Tuesday, May 17, 2011

Need-Meeting

Maybe you've seen Abraham Maslow's Hierarchy of Needs pyramid,


the basic theory of which is that the most fundamental needs (at the bottom of the pyramid) must be met before the higher-up needs can be addressed.

One would think that given this information, society would make it a point to ensure that the basic needs of its community were being met.  Which, by extension, would mean that society would prioritize the preservation of jobs that work to meet these needs.

And yet, not so much.  For the past five years, I've been teaching children of incarcerated parents--helping them to understand the prison system and how it works, facilitating circles in which they are encouraged to share their experiences with parental arrest, and working to help them feel less alone.  Not only do I believe that this is important because of the emotional impact it has on these young folks, but I like to believe that programs like mine help to break the cycle of incarceration that almost seems inevitable.

My program is one of dozens being cut by the city of San Francisco.  I can't point fingers because I'm not sure it's anyone's fault anymore.  Last year, when our program was cut (we received last-minute "addback" funding last year, but this year it doesn't look like there's any available), I went with some of my students and some fellow teachers to City Hall to speak to the budget committee about why it was crucial that our program get funded.  Walking in, I felt confident that I'd be able to persuade the budget committee members to give my program the money, because surely they'd see that it was doing more important work than many of the others in our position.

But then I heard all the other people speak, and my heart sank:  San Francisco's Department of Children, Youth, and their Families was cutting not only my program for kids impacted by the prison system, but a shelter for homeless teens; a community LGBTQ clinic for teens who were being bullied, harassed, and/or pushed away from their homes; a job-training organization for at-risk youth; the Filipino Community Center; a violence prevention program in the schools . . . the list goes on and on.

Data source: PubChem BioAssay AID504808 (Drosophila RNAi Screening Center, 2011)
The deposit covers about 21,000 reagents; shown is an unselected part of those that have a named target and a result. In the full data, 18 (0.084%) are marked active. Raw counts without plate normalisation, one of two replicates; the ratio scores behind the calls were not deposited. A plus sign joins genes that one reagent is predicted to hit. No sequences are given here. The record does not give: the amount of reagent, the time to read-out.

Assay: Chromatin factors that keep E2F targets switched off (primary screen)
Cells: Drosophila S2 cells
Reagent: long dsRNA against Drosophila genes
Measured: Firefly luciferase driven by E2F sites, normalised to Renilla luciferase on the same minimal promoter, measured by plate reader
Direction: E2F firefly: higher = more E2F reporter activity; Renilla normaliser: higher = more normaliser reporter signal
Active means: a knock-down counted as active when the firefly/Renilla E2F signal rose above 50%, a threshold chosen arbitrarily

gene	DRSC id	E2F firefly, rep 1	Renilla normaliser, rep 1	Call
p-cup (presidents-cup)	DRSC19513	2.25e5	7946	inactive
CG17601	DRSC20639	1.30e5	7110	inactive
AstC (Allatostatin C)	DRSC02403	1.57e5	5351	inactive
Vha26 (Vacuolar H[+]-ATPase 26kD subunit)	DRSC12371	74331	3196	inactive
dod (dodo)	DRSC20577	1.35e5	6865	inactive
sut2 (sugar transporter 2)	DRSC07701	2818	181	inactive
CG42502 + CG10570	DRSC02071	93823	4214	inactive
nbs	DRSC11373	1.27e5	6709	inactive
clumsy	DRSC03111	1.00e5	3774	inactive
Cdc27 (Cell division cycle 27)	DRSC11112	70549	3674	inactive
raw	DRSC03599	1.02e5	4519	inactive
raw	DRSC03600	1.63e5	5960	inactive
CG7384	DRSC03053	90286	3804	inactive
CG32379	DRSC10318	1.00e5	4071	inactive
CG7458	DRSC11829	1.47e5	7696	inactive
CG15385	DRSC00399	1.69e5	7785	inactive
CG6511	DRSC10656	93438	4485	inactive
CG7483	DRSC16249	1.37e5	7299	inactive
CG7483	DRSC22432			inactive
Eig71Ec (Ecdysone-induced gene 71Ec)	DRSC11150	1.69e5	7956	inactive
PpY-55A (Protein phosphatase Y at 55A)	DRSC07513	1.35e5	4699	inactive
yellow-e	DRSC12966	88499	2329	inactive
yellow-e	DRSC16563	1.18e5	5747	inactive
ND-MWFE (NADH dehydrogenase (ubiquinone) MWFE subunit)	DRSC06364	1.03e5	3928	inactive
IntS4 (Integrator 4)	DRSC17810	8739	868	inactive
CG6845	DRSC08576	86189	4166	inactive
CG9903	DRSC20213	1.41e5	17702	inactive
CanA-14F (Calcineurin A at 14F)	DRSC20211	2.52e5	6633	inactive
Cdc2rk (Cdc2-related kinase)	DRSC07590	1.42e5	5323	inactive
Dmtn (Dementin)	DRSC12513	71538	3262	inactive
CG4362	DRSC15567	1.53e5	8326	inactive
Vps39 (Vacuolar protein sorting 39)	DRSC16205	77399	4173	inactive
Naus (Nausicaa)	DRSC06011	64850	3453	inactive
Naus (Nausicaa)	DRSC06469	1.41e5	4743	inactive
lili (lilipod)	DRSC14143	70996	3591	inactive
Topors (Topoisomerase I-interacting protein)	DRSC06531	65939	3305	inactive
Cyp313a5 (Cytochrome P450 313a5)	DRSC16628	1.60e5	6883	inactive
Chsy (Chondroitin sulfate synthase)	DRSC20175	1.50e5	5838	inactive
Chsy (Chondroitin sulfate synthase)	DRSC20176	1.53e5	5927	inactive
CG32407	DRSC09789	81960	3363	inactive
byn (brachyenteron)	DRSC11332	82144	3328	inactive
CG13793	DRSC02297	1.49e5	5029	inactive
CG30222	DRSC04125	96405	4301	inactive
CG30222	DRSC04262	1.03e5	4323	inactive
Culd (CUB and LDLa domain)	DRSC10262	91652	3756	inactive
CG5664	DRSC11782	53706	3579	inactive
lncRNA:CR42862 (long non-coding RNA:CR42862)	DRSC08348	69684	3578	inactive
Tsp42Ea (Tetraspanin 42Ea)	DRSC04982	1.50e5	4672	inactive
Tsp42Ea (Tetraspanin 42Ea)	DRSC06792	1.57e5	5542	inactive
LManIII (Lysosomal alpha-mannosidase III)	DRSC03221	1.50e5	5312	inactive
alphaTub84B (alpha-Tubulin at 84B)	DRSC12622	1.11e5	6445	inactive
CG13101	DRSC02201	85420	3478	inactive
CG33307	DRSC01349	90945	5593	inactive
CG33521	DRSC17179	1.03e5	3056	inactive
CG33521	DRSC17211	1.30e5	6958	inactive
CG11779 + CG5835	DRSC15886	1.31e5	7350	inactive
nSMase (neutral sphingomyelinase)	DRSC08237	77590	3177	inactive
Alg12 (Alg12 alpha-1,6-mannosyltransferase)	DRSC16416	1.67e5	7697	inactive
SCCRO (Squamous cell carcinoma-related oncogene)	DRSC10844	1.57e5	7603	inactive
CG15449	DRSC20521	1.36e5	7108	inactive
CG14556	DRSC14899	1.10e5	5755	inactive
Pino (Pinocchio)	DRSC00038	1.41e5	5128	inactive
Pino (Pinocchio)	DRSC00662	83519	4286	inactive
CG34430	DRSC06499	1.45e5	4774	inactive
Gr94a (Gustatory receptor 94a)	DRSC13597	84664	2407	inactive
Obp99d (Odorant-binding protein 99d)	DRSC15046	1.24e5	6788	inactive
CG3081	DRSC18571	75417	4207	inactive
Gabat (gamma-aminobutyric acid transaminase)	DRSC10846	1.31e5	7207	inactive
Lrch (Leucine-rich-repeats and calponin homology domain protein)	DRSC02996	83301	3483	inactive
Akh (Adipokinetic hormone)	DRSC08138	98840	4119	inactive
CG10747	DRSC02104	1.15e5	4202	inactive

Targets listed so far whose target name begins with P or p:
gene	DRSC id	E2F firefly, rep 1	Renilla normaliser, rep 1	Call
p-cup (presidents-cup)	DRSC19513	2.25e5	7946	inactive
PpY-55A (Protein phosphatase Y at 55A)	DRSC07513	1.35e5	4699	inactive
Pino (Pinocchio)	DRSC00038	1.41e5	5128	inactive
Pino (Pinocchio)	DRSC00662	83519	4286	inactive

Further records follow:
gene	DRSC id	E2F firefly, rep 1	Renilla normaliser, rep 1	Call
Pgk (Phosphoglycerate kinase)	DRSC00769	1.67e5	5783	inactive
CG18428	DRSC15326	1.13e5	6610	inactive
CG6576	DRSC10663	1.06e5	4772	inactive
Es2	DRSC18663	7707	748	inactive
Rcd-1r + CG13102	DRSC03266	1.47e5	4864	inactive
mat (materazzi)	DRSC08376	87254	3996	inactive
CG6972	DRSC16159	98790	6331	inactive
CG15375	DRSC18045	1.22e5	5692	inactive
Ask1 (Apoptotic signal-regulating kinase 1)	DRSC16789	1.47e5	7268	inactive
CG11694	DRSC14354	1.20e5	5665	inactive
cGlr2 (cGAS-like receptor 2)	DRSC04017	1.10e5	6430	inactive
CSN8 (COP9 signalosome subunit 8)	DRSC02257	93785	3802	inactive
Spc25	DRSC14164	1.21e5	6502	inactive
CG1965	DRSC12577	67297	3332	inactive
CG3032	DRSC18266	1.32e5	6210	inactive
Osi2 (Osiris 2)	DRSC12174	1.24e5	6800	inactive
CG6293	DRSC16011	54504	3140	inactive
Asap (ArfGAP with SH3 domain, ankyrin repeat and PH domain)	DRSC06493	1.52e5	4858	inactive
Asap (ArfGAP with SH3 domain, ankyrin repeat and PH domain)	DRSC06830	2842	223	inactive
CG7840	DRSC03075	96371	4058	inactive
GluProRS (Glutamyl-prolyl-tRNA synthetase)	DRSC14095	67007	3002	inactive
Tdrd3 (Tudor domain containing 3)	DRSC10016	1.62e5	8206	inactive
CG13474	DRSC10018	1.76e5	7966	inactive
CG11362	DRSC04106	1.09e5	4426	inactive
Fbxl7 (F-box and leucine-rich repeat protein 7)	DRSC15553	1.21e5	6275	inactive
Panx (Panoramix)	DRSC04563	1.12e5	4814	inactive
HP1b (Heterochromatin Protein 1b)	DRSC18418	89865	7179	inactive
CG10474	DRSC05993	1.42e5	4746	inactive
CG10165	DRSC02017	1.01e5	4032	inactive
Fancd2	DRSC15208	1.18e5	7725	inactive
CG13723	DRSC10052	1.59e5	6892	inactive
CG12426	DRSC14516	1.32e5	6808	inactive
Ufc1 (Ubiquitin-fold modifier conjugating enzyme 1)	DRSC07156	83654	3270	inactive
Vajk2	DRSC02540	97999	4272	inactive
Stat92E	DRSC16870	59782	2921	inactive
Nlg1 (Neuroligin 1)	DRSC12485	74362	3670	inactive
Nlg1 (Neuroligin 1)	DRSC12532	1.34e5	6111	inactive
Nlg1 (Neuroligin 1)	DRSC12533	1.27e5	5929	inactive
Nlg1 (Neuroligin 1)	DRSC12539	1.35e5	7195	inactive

I saw this political cartoon the other day:


It's more sad than it is funny, huh?  I have a terminal Masters degree, and in just a month and a half, I won't have a job.  I will, of course, begin applying like a madwoman for jobs in my field, but the grim reality is that my field is sinking right now.  When Schwarzenegger was governor*, he cut the funding for all arts education in the prisons (these very arts ed programs were proving to prevent recidivism, by the way, ultimately saving taxpayers money).  With that went my dream of becoming an Artist Facilitator at a California State Prison.

When I told a friend (who is a doctor) that I was feeling lost and considering going back to graduate school to get a degree in Social Work, her first reaction was:

"Are you sure you want to go to school for something that's not going to make you any money?"

It stopped me in my tracks, and I was overcome with sadness and frustration that those of us who have a "calling" to work in fields that help people whose basic needs aren't being met, with those most marginalized in society, hardly make enough money to survive.

The difference between an MFA and an MBA is incredible, isn't it?  

I hate complaining, I really do, but sometimes I'm appalled that I went to graduate school and have a legitimate "career" and yet I have to babysit at least four evenings a week to supplement my income.  And the prison job?  That's totally volunteer.

Thanks for bearing with me through this long and winding spiel that is ultimately a big downer.  And if you don't mind, keep your fingers crossed that something good comes my way soon . . . so that I don't end up living in one of the homeless shelters that's being defunded by the city anyway.

*Still can't believe that California elected that clown as governor.  What exactly did they think were the qualifications for the job?

28 comments:

April said...

Hugs! Hugs! Hugs!
I wish I could say more, but, really, I agree with you completely. Everything is so fucked up, but I don't have any more answers than anyone else.

Phoenix Peacock said...

oh honey. It is so frustrating. the reason my internship, a city funded youth resource center, is because of budget cuts. They are down to 2 (TWO!!!! for a whole freakin city) counselors. It is the only site that offers the gang intervention and prevention programs and the only site that offers free services to such a wide array of youth populations.
it is a site where basic needs were constantly being discussed since I had to provide food to my kids to make sure they had something to eat that day before we began any of our discussions. and it is just a matter of luck that the site hasnt completely closed. so frustrating. I hear you loud and clear, darlin.

this free bird said...

"Are you sure you want to go to school for something that's not going to make you any money?" ----that is just sad. I wish you had met my best friend Corey and his hubs Michael when they lived in SF. Michael was finishing med school, they were in process of adopting from the foster system, and Corey was getting ready to go to grad school for non other than what you are considering so he could work with inner city people with HIV/AIDS and at risk youth.

Do what you need to do and what you know is right in your heart.

That idiot Schwarzenegger. I am just disgusted.

xo,
C